Beyond qualification : learning to be midwives
Purkis, Judith Christine (2006) Beyond qualification : learning to be midwives. PhD thesis, University of Warwick.
WRAP_THESIS_Purkis_2006.pdf - Requires a PDF viewer such as GSview, Xpdf or Adobe Acrobat Reader
Official URL: http://webcat.warwick.ac.uk/record=b2222202~S15
"I know that every day I am gaining experience ...
learning more" (Int. 6(a))
This thesis examines the social practices and associated learning that shape the meaning
of midwifery for new members of the profession. In doing so it explores the extent to
which the implications of practice either liberate or circumscribe midwives' identity
formation. The thesis further suggests how this identity formation may impact upon
commitment to a long term career in midwifery. The theoretical framework for this
thesis acknowledges that continuing professional development and evidence of
recognised learning activity is, for all midwives, a professional requirement. However,
less attention has historically been paid to the unstructured, unintended and relatively
informal learning that occurs within and throughout midwives' involvement in everyday
practice. It is through these forms of learning, and drawing upon data elicited through
surveys, interviews and diaries, that this thesis seeks to make a contribution.
Using a social model of learning, particularly through Wenger's (1998) work on
communities of practice, the development of identity is presented as a negotiated process
mediated to a greater or lesser degree by workplace relationships. Whilst relationships
with pregnant women form an important element of this process, the thesis argues that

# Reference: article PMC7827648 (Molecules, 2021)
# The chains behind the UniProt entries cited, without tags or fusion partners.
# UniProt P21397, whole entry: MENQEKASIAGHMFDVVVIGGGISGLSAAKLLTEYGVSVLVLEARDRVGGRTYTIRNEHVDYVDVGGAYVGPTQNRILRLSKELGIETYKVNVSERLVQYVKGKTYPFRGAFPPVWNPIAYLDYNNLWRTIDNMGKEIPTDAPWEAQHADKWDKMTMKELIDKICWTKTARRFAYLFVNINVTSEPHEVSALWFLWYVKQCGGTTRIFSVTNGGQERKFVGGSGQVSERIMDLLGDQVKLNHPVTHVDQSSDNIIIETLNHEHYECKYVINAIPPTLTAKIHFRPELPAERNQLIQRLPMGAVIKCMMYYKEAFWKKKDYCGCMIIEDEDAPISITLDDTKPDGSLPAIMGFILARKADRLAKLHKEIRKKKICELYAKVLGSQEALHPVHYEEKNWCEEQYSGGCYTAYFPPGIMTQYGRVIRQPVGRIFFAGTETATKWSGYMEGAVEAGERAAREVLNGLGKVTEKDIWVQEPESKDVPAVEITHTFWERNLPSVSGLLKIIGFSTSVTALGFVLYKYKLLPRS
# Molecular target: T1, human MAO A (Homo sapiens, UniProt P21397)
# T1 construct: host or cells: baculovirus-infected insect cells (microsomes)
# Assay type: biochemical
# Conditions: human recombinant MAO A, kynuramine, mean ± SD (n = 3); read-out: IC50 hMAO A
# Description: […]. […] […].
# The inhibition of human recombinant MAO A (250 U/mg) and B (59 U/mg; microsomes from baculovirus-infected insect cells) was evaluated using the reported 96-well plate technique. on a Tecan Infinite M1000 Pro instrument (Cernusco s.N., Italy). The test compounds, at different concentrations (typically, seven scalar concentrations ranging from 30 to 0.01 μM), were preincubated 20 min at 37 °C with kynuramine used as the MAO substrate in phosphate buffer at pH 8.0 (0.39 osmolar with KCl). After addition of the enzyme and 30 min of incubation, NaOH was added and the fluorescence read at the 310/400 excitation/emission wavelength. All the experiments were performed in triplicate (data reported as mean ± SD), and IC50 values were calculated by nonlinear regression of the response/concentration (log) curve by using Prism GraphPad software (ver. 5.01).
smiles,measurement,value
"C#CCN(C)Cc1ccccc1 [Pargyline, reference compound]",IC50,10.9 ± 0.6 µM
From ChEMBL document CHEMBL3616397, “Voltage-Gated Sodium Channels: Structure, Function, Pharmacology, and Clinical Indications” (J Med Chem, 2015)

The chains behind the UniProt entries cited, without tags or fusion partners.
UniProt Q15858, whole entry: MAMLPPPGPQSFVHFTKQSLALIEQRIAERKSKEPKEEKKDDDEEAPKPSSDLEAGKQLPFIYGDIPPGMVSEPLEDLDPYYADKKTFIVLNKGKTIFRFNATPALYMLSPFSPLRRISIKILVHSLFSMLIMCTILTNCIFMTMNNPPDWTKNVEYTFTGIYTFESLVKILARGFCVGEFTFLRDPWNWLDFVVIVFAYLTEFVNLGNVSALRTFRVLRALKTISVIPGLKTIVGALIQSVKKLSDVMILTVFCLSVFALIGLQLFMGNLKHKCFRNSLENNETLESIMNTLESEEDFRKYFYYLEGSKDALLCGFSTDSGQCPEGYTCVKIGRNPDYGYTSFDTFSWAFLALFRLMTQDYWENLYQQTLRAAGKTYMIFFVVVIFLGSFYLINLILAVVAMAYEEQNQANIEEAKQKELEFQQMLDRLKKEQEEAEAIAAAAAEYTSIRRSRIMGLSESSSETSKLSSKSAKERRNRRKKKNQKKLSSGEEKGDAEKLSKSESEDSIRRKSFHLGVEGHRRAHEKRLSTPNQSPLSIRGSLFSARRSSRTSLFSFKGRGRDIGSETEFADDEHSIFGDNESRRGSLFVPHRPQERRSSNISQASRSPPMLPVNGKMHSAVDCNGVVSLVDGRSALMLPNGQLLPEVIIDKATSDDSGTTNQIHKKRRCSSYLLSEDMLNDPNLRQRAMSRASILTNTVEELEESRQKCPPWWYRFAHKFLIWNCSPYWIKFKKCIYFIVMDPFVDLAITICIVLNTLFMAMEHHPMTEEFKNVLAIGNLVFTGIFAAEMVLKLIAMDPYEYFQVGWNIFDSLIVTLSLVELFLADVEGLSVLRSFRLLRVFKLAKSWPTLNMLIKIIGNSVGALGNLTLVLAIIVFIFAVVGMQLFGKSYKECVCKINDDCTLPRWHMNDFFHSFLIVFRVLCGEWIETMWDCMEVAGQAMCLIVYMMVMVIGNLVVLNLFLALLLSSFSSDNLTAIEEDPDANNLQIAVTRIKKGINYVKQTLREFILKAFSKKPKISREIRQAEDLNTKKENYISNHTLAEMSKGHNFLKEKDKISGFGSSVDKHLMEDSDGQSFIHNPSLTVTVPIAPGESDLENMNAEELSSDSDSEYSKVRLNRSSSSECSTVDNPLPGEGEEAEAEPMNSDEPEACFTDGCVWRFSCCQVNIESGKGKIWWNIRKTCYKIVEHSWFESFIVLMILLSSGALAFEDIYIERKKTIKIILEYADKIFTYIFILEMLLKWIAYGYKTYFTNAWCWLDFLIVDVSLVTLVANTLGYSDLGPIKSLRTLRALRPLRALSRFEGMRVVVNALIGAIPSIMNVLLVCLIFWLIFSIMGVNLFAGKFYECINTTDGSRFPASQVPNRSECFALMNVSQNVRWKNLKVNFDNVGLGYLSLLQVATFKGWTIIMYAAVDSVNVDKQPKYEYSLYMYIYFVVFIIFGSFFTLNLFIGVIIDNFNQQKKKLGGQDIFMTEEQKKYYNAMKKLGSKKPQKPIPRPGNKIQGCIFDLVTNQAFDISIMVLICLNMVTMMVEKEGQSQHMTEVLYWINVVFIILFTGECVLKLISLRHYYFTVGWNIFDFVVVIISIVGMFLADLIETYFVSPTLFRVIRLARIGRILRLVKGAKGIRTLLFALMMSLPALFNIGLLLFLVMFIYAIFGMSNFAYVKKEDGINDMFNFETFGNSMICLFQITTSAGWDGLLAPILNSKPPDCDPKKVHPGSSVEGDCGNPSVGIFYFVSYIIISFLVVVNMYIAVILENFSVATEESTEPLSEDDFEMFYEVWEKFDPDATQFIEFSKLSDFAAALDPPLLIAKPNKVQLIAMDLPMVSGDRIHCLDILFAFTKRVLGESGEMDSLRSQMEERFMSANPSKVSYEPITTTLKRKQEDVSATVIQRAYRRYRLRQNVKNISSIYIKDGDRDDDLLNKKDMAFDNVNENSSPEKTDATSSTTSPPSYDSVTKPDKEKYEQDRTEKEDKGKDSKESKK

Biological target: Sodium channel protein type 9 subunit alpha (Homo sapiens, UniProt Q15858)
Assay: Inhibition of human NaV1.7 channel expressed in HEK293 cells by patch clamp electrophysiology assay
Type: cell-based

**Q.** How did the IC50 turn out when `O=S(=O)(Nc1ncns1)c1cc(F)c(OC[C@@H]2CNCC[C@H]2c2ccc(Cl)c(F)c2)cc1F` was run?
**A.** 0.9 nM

collegial relationships generally assume greater importance and impact on the
development of identity and meaning for newly qualified midwives. By situating the
everyday experiences of newly qualified midwives within a broader theoretical debate
about social learning, identity and the making of meaning, this thesis suggests that the
contemporary 'doing' of hospital based midwifery remains within what are fairly
narrowly prescribed, contested, yet firm boundaries.
The development, existence and negotiation of these boundaries is central to the space
which pregnant women, midwifery and midwives can occupy. These boundaries are
simultaneously hierarchical, intra professional and personal. Furthermore, in practice,
these boundaries are frequently unclear and rapidly changing. Whilst this contributes to a
potentially dynamic opportunity for identity formation, the thesis demonstrates how this
also transpires to contribute to an unstable, frustrating and frequently challenging context
particularly for newly qualified members of the profession.
Overall, this thesis contributes to an understanding of the development, or lack of
development, of midwifery practice at theoretical, conceptual and practical levels.
Viewing practice as social learning offers a new perspective on the opportunities and
challenges inherent in the current model of care. Simultaneously it suggests a new
perspective on the recruitment crisis faced by the profession and accordingly the
opportunity for new potential solutions.
|Item Type:||Thesis or Dissertation (PhD)|
|Subjects:||R Medicine > RG Gynecology and obstetrics|
|Library of Congress Subject Headings (LCSH):||Midwives, Career development, Employees -- Coaching of, Teams in the workplace|
|Official Date:||September 2006|
|Institution:||University of Warwick|
|Theses Department:||School of Health and Social Studies|
|Supervisor(s)/Advisor:||Lewando Hundt, Gillian ; Hughes, Christina, 1952-|
|Extent:||x, 331 leaves|
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